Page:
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Lucrative Chinese partnership for Australian winery

By Kacey Culliney , 23-Jan-2012

A lucrative business tie with China for Australian winery Ferngrove
A lucrative business tie with China for Australian winery Ferngrove

A strong Chinese investment in the Australian wine company Ferngrove has enabled it to expand its premium bottled wine business and successfully enter and market to China, according to the firm’s managing director.

The Chinese food company Pegasus bought into the Western Australian winery last year and now owns 72.5% of the wine company.

The family-owned food business had a vision of investing in premium Australian wines and has since set up a distribution company in China with 12 retail shops across 12 provinces stocking Ferngrove brands.

As it stands, more than 60% of Ferngrove’s sales come from China and according to date from China Market Research (CMR), China’s wine market is growing at 20%-30% each year; a growth set to continue for the next five years.

“It is no secret that the Australian wine industry has been tough, so we needed capital to re-establish new markets and new customers as we transitioned our business,” Anthony Wilkes, managing director of Ferngrove, told FoodNavigator-Asia.

The Australian wine maker previously focused on supplying premium wine in bulk to the major companies in the country such as Carlton United Breweries, while strengthening the bottled wines arm of the business on the side.

It has now shifted its sole focus to bottled wine sales and thus needed further funds to re-establish in new markets and with new customers, Wilkes said.

“We wanted a partner joined at the hip that was really motivated and focused on selling our premium wines,” Wilkes said.

He noted that the partnership with the Chinese food business had been a lucrative one so far amid a turbulent industry with the wine glut, strong Australian dollar and the emergence of supermarket private labels.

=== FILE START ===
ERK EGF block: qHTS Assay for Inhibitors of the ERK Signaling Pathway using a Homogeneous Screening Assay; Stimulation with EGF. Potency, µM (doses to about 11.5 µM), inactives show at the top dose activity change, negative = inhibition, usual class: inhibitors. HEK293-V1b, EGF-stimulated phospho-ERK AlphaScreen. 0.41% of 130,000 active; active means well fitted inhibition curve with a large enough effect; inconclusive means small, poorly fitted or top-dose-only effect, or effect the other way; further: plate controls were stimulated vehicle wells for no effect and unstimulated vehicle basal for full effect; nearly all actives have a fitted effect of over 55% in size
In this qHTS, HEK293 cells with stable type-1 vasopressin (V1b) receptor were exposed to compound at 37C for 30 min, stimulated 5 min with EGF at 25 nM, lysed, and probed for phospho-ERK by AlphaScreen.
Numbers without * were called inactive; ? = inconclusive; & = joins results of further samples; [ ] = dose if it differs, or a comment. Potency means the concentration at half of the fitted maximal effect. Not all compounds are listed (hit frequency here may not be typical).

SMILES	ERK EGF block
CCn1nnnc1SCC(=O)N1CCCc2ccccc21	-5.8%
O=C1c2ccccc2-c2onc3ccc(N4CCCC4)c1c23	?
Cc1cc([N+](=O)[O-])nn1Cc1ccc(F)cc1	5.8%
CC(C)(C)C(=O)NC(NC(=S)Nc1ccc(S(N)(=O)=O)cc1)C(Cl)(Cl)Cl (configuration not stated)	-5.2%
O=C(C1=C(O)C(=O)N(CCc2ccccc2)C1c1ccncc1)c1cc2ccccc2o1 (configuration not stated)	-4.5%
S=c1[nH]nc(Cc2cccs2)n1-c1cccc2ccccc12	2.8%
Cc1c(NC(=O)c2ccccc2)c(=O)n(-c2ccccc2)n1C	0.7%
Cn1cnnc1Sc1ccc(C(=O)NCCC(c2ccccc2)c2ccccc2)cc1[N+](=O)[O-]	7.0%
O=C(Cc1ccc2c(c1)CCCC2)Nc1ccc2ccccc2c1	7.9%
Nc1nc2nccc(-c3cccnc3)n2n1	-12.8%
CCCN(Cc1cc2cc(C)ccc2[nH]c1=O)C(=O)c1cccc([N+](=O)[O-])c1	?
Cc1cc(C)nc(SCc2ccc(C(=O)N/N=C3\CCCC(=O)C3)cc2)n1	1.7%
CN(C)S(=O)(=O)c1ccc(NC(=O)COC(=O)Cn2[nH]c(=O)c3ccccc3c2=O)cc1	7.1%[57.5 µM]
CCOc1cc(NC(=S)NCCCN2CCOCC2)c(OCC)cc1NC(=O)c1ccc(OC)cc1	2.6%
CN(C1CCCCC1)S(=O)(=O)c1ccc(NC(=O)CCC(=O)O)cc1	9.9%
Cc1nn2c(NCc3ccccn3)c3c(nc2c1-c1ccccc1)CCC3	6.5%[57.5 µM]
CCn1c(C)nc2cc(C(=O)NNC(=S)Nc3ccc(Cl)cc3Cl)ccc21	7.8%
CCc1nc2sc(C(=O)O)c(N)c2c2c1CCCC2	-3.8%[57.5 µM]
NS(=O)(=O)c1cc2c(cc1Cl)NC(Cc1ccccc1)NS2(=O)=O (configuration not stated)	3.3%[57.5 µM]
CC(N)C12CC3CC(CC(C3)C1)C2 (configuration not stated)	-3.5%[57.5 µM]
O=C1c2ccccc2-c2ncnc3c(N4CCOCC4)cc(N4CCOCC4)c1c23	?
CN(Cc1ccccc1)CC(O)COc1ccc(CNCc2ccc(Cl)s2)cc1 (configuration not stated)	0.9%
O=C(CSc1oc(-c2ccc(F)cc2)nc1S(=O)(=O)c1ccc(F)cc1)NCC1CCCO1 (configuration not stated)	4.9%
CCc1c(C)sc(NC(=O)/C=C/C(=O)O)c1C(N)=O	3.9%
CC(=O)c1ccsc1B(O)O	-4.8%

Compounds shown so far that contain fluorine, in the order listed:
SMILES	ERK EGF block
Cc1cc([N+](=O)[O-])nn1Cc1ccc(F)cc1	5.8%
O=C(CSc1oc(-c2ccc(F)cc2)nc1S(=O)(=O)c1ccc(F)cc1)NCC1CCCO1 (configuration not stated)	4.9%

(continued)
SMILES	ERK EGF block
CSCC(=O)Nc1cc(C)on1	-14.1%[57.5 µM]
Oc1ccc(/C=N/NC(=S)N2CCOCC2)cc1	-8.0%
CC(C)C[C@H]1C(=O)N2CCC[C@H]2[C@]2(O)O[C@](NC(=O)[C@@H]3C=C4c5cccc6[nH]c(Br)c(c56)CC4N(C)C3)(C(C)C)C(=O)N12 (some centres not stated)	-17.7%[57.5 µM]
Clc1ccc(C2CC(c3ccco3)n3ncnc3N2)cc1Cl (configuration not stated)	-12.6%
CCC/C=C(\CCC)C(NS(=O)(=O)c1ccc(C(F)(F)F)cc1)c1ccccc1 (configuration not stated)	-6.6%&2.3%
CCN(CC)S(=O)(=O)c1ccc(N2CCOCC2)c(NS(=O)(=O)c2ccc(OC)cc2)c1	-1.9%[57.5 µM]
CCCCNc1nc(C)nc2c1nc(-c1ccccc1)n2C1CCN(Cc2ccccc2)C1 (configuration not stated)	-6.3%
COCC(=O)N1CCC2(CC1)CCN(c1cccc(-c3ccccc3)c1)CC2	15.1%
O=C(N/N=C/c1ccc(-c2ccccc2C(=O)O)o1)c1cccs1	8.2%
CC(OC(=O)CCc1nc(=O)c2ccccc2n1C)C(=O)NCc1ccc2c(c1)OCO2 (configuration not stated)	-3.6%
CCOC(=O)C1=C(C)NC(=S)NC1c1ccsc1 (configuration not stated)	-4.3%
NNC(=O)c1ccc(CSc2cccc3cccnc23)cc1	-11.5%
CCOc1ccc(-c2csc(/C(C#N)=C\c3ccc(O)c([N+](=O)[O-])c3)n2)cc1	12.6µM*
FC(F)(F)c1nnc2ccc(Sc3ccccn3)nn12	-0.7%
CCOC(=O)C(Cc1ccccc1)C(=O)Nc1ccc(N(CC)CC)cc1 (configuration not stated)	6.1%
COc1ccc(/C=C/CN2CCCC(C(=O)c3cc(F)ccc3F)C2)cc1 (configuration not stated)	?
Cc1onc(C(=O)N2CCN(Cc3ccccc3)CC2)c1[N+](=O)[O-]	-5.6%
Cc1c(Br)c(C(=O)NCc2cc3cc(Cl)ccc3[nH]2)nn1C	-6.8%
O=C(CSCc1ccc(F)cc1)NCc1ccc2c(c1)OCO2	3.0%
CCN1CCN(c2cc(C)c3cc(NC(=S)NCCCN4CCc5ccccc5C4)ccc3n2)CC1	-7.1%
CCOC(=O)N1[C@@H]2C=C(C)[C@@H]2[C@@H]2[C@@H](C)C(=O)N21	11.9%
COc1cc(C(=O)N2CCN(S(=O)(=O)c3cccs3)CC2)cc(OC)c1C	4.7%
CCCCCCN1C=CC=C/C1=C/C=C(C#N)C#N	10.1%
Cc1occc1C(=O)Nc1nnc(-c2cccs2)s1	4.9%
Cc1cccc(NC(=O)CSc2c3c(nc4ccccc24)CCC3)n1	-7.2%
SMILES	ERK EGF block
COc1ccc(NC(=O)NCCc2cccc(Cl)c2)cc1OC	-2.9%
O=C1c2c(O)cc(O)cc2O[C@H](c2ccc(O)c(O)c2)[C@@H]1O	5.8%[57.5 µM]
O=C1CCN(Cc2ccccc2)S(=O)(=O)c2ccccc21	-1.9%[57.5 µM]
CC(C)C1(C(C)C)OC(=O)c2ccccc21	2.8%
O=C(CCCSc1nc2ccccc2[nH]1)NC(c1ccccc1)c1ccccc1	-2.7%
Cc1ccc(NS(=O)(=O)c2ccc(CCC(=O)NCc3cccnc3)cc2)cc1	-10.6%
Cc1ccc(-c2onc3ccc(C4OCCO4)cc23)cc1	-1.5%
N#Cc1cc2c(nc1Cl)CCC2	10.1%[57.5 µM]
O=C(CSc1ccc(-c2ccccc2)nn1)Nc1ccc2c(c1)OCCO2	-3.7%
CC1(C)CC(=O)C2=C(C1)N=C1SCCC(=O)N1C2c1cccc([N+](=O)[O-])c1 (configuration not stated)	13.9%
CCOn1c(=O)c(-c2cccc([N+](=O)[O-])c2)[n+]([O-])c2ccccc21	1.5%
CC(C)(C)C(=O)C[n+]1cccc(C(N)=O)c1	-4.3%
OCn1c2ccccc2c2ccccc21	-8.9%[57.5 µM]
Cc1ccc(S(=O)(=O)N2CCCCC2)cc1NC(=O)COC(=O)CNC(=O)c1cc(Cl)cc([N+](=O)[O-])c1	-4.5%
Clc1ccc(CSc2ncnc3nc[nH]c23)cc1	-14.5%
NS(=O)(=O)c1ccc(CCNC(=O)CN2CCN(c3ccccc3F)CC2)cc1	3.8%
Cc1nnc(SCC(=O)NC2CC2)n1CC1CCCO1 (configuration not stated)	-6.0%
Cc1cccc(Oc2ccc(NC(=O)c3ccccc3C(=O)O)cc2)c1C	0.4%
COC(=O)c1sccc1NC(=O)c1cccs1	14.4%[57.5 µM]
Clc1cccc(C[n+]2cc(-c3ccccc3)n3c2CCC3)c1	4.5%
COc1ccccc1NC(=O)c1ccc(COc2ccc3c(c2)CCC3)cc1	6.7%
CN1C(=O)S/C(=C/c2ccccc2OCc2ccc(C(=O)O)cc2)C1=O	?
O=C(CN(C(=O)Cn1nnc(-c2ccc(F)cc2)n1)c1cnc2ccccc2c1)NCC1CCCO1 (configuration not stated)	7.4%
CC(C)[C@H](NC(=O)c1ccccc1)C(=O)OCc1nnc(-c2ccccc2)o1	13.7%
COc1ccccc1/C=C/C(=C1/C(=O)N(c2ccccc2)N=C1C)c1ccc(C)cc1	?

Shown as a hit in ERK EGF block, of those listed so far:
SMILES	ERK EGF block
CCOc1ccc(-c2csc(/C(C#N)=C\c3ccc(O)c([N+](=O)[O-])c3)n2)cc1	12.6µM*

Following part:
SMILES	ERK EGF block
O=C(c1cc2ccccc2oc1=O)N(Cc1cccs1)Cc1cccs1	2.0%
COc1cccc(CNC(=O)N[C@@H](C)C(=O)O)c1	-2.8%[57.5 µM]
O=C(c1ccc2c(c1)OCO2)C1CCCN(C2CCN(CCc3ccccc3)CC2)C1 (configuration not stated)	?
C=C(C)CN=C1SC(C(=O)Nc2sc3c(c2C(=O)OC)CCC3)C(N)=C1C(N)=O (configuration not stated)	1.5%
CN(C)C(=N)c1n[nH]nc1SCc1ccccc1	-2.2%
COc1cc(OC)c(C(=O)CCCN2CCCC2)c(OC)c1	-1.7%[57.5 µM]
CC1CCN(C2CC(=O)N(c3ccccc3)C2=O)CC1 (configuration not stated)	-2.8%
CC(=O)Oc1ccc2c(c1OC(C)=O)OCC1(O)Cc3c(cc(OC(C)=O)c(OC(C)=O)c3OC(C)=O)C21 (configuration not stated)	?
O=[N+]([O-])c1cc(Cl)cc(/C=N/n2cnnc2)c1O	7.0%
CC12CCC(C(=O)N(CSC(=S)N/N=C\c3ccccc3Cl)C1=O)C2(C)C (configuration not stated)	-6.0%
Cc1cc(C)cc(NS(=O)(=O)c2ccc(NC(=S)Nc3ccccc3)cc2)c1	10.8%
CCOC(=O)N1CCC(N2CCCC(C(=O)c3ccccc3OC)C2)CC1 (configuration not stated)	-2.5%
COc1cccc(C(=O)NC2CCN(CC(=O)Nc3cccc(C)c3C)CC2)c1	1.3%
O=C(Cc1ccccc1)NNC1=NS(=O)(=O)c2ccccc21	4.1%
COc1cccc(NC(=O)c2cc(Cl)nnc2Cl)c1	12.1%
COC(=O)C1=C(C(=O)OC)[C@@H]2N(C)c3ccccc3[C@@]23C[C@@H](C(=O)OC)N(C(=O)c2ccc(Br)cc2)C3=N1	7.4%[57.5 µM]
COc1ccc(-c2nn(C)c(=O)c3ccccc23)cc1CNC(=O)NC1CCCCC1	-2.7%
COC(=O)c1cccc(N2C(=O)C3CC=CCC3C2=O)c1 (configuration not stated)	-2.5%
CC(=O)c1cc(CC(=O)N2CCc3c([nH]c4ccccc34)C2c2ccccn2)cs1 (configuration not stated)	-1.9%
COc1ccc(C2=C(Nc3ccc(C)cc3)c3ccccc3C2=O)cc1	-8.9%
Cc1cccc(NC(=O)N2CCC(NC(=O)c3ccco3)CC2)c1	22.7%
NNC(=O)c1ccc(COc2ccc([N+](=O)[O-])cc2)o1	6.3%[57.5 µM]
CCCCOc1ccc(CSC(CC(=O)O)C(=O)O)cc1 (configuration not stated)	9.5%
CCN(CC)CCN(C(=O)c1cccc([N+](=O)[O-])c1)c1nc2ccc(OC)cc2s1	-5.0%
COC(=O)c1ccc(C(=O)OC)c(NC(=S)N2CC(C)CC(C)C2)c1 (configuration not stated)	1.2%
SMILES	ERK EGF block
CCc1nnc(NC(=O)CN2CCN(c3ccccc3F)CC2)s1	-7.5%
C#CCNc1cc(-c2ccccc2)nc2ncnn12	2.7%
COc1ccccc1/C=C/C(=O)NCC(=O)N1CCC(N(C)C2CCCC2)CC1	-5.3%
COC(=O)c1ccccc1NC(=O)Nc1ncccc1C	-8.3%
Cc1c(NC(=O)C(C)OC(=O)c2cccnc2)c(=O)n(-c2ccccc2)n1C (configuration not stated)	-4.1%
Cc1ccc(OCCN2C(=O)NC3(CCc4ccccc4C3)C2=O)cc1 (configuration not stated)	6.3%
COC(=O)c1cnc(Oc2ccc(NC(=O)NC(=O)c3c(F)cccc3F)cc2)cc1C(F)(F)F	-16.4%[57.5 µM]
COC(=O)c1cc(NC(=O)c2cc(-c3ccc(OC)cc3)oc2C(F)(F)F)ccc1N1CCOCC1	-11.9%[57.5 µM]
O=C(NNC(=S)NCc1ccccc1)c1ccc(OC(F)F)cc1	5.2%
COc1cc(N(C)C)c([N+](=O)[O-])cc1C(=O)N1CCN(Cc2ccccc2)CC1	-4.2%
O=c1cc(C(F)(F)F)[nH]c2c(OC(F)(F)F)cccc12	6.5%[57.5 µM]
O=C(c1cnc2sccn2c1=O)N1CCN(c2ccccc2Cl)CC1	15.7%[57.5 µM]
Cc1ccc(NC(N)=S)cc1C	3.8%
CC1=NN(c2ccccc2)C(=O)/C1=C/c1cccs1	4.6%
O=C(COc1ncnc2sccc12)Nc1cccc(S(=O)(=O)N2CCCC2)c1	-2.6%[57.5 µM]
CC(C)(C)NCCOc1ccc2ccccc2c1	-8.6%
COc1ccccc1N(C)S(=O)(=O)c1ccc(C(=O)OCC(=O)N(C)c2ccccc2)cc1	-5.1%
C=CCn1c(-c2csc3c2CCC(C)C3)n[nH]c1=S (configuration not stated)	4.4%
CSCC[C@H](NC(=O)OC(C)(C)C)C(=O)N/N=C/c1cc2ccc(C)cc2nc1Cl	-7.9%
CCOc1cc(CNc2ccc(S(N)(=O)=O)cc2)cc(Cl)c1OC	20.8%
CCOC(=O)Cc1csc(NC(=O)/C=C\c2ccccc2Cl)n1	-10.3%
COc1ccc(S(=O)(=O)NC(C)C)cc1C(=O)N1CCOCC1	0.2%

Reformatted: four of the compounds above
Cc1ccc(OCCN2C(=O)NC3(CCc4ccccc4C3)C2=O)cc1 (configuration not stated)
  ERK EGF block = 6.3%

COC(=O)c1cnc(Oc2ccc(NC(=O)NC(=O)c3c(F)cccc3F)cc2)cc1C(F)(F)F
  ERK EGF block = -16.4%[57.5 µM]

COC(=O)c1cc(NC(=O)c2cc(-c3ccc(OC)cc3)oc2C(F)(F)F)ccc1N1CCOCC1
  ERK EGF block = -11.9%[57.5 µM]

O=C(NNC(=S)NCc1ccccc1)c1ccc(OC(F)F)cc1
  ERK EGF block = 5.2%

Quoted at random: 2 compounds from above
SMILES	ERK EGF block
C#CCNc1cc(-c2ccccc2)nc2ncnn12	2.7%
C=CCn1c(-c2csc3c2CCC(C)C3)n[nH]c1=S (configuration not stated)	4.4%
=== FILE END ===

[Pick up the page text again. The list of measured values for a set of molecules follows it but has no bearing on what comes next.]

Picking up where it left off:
China vision

This partnership has given the company the increased ability to market and sell our wines to more consumers around the world, he said, particularly in China and other parts of Southeast Asia.

“The close proximity of Western Australia to China and the rest of Asia, makes doing business very easy,” Wilkes said, and there is an increasingly greater understanding between the two countries due to the enormous mineral resource trading in iron ores, gas, oil, gold and diamonds.

China is the focus for all businesses in terms of marketing and sales at the moment, “but you still need the right partners to have access to consumer channels that we would never be able to get into normally via traditional routes to markets,” he said.

The access we now have to the market and its consumers is thanks to our Chinese shareholder Pegasus, who is also our distributor in China, Wilkes said.

China could become the largest global consumer of wine within the next five to six years if growth trends persist, he said.

Wilkes identified the key drivers of this growth as a growing middle-class urban consumer, a switch from traditional spirits such as baijiu and rice wine, and increased knowledge on the reported health benefits of red wine consumption as well as acceptance of wine as meal-time beverage.

Ferngrove has the second largest winery in Western Australia and markets its premium bottled wines globally throughout Europe, Canada and Asia.

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